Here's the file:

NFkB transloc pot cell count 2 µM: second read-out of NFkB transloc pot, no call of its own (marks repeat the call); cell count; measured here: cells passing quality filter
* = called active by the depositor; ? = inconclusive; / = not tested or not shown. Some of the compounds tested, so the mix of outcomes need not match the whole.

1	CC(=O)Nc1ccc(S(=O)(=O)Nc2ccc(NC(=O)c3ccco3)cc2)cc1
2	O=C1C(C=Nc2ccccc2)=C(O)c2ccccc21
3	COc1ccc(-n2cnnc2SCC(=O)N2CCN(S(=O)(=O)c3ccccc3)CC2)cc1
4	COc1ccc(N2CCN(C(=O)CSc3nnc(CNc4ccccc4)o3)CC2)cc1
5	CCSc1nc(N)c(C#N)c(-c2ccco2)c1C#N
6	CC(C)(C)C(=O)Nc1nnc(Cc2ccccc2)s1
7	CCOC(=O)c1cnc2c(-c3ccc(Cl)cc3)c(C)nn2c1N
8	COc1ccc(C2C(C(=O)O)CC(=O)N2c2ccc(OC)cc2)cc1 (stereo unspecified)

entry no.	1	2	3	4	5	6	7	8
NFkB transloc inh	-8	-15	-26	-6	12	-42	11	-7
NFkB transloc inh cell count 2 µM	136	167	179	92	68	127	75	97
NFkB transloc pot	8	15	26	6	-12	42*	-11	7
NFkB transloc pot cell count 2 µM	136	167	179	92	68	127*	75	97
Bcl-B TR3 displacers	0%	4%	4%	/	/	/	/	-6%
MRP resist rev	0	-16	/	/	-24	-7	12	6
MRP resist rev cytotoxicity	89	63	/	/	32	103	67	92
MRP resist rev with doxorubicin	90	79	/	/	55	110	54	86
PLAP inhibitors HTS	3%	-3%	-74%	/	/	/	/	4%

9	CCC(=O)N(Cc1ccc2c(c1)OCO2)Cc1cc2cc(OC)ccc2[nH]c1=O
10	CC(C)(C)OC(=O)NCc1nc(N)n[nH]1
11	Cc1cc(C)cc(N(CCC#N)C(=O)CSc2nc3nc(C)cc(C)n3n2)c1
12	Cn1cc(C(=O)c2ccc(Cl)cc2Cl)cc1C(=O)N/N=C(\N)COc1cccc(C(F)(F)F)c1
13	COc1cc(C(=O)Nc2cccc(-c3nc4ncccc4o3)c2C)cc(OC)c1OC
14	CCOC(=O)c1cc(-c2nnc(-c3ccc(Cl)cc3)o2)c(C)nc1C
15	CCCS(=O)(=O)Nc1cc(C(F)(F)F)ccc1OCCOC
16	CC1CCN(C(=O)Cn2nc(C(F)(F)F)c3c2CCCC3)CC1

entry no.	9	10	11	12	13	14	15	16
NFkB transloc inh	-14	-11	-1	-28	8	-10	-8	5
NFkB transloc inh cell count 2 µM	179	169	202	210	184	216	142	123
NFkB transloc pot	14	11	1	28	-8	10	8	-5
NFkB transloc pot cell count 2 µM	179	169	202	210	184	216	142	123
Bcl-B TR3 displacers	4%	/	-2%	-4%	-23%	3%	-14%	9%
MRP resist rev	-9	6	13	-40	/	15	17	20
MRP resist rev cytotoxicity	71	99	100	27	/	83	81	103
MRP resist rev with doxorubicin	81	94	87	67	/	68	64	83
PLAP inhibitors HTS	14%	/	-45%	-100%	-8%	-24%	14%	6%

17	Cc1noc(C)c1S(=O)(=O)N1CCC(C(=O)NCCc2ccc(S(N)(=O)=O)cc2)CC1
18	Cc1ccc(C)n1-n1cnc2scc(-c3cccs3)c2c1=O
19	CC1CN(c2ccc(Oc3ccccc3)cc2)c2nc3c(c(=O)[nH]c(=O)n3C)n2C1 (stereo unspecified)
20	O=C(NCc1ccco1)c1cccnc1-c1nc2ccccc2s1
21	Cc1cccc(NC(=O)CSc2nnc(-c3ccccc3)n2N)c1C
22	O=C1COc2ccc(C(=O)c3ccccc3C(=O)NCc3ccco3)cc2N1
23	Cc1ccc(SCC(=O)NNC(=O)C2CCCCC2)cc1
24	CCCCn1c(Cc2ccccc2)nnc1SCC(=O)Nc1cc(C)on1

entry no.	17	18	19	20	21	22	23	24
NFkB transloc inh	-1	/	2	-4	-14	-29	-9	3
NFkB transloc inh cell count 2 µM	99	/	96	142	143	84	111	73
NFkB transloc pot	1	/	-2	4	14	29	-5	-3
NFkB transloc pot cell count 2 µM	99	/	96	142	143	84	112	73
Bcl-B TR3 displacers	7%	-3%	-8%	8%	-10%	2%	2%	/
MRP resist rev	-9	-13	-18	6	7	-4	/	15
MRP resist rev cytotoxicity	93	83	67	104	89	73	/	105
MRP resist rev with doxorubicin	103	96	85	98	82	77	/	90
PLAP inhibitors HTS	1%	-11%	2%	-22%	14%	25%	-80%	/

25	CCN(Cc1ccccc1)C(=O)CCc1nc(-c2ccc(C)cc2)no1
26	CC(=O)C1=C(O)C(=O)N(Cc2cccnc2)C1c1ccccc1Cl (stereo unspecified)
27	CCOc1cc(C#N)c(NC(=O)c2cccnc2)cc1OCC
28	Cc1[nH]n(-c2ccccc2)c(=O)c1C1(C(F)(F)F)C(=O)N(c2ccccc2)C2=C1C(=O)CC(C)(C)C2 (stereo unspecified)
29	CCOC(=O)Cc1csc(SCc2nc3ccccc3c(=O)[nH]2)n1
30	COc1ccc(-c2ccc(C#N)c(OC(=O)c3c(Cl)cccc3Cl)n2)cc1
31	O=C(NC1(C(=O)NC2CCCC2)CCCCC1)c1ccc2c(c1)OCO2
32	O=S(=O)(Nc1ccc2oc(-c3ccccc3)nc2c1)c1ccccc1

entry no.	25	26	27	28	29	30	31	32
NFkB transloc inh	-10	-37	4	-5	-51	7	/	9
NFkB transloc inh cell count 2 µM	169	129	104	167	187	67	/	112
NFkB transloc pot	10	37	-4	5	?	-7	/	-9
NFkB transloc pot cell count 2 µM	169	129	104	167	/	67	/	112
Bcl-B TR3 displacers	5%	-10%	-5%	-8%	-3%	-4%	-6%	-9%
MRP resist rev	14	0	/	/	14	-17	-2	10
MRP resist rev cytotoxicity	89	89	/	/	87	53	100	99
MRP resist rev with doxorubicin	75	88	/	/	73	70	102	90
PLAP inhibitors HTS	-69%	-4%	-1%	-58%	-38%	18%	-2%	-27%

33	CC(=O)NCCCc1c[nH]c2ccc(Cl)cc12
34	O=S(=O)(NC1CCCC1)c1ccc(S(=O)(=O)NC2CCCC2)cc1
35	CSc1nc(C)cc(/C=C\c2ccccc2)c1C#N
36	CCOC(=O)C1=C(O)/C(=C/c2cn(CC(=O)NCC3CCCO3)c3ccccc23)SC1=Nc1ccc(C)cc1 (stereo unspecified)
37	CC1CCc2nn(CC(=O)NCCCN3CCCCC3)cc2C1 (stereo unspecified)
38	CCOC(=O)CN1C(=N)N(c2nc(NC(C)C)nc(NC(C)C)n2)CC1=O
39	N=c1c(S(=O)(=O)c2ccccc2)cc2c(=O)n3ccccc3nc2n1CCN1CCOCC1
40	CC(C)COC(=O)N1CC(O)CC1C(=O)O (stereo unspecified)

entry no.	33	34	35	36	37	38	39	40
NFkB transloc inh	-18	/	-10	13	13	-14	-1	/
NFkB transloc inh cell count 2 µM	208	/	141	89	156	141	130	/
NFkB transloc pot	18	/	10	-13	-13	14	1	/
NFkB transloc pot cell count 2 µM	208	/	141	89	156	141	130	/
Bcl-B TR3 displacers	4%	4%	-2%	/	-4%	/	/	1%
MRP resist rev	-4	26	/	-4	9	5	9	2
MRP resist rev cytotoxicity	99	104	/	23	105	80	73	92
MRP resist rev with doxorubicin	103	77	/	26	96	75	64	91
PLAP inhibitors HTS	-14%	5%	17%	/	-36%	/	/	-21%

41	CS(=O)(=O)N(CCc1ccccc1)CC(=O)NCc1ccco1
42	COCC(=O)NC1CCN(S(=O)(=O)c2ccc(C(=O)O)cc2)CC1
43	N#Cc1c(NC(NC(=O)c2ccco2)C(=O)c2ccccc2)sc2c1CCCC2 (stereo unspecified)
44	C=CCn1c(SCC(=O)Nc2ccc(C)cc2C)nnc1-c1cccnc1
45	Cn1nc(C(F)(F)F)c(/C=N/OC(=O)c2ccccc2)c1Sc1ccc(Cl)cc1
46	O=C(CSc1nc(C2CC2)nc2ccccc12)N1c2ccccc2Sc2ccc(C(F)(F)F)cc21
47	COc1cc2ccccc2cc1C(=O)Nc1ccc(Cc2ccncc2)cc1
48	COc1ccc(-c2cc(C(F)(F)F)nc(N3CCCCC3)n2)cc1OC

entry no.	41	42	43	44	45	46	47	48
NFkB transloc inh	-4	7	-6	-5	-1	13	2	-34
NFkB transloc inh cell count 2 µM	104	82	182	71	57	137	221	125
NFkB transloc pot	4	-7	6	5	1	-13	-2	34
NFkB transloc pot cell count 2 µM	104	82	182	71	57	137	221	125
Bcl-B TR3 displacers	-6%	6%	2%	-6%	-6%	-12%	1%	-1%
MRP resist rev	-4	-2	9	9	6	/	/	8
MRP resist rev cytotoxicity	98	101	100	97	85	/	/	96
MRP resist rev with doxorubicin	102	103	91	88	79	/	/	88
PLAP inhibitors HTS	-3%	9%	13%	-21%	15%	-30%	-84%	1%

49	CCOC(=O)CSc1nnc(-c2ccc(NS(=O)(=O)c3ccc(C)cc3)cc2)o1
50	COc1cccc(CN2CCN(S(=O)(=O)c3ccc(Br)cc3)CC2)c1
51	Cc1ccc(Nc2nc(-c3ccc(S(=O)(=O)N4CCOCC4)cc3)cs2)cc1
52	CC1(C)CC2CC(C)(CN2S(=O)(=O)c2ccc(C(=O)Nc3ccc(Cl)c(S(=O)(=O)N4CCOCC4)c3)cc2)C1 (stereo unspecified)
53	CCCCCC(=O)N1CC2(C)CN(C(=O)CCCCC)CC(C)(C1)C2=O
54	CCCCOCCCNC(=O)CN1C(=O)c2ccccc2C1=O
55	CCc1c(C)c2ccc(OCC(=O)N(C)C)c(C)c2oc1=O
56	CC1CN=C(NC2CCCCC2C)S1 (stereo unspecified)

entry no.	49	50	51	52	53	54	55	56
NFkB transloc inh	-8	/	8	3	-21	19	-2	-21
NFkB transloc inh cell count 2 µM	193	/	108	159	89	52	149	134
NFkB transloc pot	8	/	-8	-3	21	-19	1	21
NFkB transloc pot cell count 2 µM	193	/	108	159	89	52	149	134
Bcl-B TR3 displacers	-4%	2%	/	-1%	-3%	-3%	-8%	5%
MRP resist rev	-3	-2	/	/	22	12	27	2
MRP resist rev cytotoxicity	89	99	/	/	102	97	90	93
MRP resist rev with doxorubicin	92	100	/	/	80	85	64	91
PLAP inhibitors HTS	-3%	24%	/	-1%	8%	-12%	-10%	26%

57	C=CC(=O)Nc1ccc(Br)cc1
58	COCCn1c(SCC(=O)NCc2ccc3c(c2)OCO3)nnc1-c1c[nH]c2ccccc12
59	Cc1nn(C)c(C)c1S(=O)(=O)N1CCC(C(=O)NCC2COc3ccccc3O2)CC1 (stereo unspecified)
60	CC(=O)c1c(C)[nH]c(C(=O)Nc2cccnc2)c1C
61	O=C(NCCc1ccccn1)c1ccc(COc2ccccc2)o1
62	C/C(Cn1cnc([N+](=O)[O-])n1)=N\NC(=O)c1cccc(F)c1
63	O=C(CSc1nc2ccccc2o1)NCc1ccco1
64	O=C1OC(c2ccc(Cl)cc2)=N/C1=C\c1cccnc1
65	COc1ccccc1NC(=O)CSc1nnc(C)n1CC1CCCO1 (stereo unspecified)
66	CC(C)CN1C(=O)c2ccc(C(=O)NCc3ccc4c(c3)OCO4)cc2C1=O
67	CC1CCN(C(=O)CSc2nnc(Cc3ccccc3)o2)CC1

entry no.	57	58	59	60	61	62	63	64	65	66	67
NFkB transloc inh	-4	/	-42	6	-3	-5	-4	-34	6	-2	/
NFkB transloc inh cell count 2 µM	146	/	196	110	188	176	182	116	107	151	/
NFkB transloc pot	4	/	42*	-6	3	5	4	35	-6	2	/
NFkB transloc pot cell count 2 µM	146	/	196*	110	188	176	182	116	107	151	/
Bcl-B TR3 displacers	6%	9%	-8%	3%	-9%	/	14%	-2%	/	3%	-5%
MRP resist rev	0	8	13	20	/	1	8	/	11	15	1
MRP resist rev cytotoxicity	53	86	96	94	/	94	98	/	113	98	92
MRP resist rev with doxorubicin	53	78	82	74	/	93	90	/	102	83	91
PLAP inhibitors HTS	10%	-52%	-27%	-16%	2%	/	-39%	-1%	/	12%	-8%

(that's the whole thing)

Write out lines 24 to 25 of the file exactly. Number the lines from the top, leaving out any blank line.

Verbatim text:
12	Cn1cc(C(=O)c2ccc(Cl)cc2Cl)cc1C(=O)N/N=C(\N)COc1cccc(C(F)(F)F)c1
13	COc1cc(C(=O)Nc2cccc(-c3nc4ncccc4o3)c2C)cc(OC)c1OC